AD: As you move on from this massive project, what will be the biggest takeaway for you in your work as a cinematographer?
JH: Two main points with that. I think the first one is this major exploration for me in the high-end digital technology, the streaming platform, 4K-HDR, what that could really be. I think we are at a breakthrough moment in that. WandaVision was a project where we really pushed the technical capacity for the medium because we are starting with a point of like, ‘Let’s create a familiar world of 1950s black and white, but let’s do it on the highest quality mastering that has ever been done.’ At Marvel Studios, we mastered it in the 4K-HDR, which even the feature films have not been mastered on set in 4K-HDR. There’s been a post-conversion afterward. We were at the sharp end of that. I think building that workflow, constructing custom lenses, going to the confines of the camera very deeply, and making that work was a huge challenge. And one that I look back on and say, ‘We really achieved that.’ It wasn’t simply about recreating a look. It was about taking a lot of influence and trying to create a new form. I think that was an interesting process, and I had great technical support while I did, so that encouraged me to explore this very rich area.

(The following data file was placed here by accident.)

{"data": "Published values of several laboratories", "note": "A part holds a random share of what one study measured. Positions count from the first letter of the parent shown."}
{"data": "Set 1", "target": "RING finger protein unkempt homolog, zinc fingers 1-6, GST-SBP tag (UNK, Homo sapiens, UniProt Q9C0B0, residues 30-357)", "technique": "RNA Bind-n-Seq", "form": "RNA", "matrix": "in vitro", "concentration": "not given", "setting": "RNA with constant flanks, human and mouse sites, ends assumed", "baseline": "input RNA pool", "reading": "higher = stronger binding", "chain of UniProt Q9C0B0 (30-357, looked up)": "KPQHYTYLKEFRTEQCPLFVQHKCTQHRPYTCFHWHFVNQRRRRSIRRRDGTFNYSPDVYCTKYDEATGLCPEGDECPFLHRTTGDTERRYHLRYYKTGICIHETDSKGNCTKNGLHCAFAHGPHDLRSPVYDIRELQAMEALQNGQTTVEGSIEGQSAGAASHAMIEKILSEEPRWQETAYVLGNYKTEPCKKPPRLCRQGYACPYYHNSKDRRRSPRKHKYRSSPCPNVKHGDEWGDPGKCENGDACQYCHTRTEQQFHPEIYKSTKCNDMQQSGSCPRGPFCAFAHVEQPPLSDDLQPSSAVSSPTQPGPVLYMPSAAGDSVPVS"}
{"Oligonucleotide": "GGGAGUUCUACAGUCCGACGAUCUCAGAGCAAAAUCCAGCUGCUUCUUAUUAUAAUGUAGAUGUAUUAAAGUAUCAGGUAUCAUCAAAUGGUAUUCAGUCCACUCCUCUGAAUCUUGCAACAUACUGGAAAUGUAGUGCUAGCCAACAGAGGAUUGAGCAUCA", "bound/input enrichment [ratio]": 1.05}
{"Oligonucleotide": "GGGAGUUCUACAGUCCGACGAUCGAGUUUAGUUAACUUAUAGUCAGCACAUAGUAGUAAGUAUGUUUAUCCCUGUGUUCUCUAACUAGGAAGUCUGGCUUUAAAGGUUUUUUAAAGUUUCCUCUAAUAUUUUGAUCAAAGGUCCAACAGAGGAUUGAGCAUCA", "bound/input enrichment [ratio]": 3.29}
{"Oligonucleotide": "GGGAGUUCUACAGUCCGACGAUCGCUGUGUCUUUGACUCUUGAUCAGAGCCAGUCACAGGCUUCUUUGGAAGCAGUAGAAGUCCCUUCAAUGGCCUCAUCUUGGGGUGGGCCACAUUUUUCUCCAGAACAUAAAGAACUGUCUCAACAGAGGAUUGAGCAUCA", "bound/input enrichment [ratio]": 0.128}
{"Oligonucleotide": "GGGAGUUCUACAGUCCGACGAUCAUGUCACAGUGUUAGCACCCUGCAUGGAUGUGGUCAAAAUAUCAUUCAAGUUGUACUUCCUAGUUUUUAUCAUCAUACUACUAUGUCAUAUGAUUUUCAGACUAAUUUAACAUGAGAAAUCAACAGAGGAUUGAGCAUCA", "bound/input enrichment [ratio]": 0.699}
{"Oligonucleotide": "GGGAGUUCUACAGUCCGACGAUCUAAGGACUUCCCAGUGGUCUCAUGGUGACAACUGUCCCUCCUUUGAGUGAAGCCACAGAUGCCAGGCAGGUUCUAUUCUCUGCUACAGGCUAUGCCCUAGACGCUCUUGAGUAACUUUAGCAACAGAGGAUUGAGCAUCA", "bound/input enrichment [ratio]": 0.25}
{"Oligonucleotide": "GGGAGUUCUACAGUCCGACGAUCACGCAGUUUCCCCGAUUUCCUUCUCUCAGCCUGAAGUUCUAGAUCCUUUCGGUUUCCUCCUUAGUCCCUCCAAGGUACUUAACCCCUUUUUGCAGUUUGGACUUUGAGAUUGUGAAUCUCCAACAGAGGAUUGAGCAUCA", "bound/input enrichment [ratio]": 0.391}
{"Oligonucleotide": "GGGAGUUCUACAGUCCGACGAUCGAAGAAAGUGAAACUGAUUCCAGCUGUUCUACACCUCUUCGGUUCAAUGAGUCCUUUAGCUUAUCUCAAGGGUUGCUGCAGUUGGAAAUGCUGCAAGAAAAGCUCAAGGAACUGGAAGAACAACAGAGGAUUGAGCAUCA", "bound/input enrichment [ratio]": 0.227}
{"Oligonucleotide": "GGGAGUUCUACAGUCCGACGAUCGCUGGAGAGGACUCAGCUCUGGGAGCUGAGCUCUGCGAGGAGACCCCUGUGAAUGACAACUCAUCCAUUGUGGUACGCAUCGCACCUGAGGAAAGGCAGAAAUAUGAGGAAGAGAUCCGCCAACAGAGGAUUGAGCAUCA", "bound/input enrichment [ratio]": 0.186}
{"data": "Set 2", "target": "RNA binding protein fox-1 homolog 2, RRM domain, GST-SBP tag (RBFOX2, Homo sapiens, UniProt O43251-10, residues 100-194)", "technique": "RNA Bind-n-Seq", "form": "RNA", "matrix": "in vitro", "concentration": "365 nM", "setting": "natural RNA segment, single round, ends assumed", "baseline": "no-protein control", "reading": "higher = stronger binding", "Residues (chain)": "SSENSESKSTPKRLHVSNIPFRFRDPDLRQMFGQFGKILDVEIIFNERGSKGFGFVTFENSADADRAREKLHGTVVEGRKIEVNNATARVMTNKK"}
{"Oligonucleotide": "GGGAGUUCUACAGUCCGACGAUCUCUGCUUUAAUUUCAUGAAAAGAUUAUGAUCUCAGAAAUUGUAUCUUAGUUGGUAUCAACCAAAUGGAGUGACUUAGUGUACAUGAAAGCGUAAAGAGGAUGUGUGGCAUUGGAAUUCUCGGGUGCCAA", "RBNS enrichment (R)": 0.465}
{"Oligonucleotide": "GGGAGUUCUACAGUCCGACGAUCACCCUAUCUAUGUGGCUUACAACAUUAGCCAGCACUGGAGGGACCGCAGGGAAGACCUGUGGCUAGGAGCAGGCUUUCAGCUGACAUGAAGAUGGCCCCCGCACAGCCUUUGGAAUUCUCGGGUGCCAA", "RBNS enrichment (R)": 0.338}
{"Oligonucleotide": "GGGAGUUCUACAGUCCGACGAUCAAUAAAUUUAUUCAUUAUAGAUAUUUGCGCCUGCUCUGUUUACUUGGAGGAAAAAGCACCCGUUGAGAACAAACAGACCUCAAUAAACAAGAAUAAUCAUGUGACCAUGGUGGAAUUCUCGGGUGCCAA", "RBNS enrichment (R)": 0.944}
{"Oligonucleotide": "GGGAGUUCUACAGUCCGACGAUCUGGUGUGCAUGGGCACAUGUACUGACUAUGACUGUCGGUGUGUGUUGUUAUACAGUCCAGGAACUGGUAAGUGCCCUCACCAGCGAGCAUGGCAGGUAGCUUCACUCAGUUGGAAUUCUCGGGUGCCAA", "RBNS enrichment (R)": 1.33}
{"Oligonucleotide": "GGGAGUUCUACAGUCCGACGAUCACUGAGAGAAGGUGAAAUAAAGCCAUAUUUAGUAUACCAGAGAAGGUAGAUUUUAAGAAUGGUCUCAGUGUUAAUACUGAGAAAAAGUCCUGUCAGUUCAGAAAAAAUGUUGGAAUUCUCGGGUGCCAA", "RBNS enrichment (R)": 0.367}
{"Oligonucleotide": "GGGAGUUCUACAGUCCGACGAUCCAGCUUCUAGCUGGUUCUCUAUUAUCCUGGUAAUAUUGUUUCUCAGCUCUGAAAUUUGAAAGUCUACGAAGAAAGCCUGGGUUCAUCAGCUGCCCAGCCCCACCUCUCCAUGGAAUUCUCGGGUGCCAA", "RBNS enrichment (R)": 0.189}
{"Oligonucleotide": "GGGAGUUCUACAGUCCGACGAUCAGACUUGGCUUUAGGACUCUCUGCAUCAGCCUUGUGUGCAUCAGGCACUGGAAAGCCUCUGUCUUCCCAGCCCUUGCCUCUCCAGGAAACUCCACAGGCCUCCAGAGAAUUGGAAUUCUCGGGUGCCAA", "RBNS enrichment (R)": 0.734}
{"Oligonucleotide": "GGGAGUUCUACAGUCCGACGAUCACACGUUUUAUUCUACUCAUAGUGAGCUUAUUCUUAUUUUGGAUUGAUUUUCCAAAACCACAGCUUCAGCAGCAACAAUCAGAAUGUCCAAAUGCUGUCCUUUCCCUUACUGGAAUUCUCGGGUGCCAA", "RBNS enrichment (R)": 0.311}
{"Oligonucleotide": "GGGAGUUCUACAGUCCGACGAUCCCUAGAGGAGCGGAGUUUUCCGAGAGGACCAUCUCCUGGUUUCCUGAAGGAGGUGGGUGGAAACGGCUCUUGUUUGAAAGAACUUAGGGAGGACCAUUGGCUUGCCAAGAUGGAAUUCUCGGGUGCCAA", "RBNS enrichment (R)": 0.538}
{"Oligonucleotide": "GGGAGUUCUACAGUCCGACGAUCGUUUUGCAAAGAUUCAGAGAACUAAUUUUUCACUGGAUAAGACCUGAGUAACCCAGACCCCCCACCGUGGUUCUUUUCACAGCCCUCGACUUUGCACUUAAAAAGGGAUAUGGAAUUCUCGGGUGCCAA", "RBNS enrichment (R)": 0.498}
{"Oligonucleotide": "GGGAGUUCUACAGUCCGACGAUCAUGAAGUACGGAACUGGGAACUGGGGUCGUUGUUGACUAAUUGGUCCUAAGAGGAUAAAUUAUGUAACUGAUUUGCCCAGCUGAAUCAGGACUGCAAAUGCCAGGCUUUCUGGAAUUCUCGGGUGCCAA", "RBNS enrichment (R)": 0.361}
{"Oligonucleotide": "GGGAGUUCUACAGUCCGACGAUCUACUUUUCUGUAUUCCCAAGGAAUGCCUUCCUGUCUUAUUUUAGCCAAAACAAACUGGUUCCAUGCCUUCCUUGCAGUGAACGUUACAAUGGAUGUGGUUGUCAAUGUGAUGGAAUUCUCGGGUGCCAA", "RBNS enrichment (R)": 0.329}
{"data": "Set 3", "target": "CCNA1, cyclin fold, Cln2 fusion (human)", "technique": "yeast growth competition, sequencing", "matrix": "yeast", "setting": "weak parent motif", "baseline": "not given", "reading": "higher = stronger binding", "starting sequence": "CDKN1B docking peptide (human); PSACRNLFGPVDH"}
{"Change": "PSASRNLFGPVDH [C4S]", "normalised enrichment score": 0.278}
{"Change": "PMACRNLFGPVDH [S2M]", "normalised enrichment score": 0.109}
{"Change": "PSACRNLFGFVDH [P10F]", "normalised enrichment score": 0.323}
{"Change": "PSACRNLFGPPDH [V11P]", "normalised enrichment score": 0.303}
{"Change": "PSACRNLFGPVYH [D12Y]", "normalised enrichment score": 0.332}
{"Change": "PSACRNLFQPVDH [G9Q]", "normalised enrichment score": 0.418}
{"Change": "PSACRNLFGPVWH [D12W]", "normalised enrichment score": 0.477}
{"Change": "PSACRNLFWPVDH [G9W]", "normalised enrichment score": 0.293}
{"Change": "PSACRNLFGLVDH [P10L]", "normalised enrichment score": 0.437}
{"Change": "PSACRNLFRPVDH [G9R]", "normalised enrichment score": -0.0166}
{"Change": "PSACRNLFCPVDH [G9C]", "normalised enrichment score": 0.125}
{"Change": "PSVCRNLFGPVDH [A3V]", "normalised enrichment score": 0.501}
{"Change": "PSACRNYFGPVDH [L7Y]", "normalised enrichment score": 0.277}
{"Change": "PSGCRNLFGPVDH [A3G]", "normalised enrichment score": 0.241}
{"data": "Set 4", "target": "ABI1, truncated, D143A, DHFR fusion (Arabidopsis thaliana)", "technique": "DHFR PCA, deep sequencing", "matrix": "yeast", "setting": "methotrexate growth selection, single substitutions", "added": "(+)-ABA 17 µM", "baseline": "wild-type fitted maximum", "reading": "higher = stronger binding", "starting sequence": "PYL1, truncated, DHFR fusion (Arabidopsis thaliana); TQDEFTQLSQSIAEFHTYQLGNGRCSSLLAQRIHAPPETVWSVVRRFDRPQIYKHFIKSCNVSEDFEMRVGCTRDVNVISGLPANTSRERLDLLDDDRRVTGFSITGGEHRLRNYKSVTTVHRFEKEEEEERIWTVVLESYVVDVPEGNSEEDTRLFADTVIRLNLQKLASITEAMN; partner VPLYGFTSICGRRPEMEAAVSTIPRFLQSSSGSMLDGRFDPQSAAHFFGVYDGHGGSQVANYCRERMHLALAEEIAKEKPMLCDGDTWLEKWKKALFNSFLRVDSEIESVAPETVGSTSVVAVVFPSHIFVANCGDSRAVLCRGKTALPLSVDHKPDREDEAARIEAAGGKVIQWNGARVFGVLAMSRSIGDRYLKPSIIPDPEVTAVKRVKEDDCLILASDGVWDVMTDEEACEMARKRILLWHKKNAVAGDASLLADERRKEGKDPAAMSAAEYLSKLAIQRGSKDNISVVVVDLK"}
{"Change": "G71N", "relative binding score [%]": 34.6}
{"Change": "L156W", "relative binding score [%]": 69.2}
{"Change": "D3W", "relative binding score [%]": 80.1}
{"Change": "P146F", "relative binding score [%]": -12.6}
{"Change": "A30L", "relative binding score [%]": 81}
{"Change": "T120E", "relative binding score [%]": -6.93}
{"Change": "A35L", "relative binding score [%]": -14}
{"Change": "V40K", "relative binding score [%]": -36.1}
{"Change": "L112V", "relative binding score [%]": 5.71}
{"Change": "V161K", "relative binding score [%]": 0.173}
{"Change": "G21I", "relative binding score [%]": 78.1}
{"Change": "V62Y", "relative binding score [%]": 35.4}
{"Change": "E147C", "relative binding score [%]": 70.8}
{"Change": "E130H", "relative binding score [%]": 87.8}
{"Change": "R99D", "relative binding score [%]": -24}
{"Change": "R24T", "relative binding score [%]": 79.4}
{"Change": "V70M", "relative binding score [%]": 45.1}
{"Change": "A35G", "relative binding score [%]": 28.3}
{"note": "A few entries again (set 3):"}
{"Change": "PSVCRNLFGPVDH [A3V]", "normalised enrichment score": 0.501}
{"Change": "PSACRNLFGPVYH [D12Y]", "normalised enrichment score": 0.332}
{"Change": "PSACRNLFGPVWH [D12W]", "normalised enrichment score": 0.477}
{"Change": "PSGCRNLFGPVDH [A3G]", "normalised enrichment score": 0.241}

The other end is that [WandaVision] was my first tv series. I really enjoyed that. There is so much great work going on in that area. That is a fascinating look at the future in terms of the different kinds of forms, and content people are engaging with; these long series are over 6 ½ hours.
AD: The Marvel fans are very good at catching easter eggs [laughs]. Are there any visual elements that you feel are under-discussed?
JH: I think that the fans are so sharp and so detailed that they really leave no stone uncovered. [Laughs]. I have been amazed at how much detail has been drawn out. One of the really fun things, what was definitely cool, was what we did with the commercials and in between the episodes. Those little signifiers were always really fun and something different. We had a lot of fun with those. I hoped the fans enjoyed that as well.
AD: Lastly, how are you feeling now that WandaVision is out in the world and you’ve had a chance to reflect?
JH: That is the case with every project, no matter how proud I am of it. There’s a great satisfaction and pleasure that it was so well-received. Going into this project, there was always the big question: we are trying a new form in a sense, and we are pushing some boundaries; what is the audience response going to be? Are we going to lose original Marvel fans? Are we going to entice other types of audiences? Is it going to work at all? So, you know, I was definitely apprehensive as to what the reception would be. It is really delightful that people engaged in it in the way in which they did. Across generations. Across cultures. It seems to connect with people at a very fundamental level.
WandaVision streams exclusively on Disney+. Read more of Awards Daily’s WandaVision coverage here.